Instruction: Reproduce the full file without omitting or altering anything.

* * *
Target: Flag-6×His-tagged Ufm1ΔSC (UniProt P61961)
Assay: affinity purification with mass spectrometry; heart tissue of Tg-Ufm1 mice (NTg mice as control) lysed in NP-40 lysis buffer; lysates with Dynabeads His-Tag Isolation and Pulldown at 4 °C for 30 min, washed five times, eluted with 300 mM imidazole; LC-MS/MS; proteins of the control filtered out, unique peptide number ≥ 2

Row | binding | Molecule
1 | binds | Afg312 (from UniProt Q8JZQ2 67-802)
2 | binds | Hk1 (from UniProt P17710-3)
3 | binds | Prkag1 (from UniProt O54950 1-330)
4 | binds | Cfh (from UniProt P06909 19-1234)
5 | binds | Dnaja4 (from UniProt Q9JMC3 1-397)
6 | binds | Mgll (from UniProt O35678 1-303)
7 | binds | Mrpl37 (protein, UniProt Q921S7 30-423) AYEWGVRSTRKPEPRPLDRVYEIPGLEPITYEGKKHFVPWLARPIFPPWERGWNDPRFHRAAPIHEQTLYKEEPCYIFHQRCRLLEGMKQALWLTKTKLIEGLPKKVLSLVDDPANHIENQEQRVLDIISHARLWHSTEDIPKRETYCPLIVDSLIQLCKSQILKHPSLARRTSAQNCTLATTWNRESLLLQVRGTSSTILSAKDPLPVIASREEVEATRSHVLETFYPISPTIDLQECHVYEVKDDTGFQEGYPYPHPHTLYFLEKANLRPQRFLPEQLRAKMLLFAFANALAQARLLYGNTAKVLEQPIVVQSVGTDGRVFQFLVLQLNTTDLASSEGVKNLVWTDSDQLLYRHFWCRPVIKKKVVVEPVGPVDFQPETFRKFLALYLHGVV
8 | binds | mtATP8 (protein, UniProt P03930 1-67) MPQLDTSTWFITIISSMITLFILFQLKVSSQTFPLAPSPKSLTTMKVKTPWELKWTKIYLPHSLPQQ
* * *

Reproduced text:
Target: Flag-6×His-tagged Ufm1ΔSC (UniProt P61961)
Assay: affinity purification with mass spectrometry; heart tissue of Tg-Ufm1 mice (NTg mice as control) lysed in NP-40 lysis buffer; lysates with Dynabeads His-Tag Isolation and Pulldown at 4 °C for 30 min, washed five times, eluted with 300 mM imidazole; LC-MS/MS; proteins of the control filtered out, unique peptide number ≥ 2

Row | binding | Molecule
1 | binds | Afg312 (from UniProt Q8JZQ2 67-802)
2 | binds | Hk1 (from UniProt P17710-3)
3 | binds | Prkag1 (from UniProt O54950 1-330)
4 | binds | Cfh (from UniProt P06909 19-1234)
5 | binds | Dnaja4 (from UniProt Q9JMC3 1-397)
6 | binds | Mgll (from UniProt O35678 1-303)
7 | binds | Mrpl37 (protein, UniProt Q921S7 30-423) AYEWGVRSTRKPEPRPLDRVYEIPGLEPITYEGKKHFVPWLARPIFPPWERGWNDPRFHRAAPIHEQTLYKEEPCYIFHQRCRLLEGMKQALWLTKTKLIEGLPKKVLSLVDDPANHIENQEQRVLDIISHARLWHSTEDIPKRETYCPLIVDSLIQLCKSQILKHPSLARRTSAQNCTLATTWNRESLLLQVRGTSSTILSAKDPLPVIASREEVEATRSHVLETFYPISPTIDLQECHVYEVKDDTGFQEGYPYPHPHTLYFLEKANLRPQRFLPEQLRAKMLLFAFANALAQARLLYGNTAKVLEQPIVVQSVGTDGRVFQFLVLQLNTTDLASSEGVKNLVWTDSDQLLYRHFWCRPVIKKKVVVEPVGPVDFQPETFRKFLALYLHGVV
8 | binds | mtATP8 (protein, UniProt P03930 1-67) MPQLDTSTWFITIISSMITLFILFQLKVSSQTFPLAPSPKSLTTMKVKTPWELKWTKIYLPHSLPQQ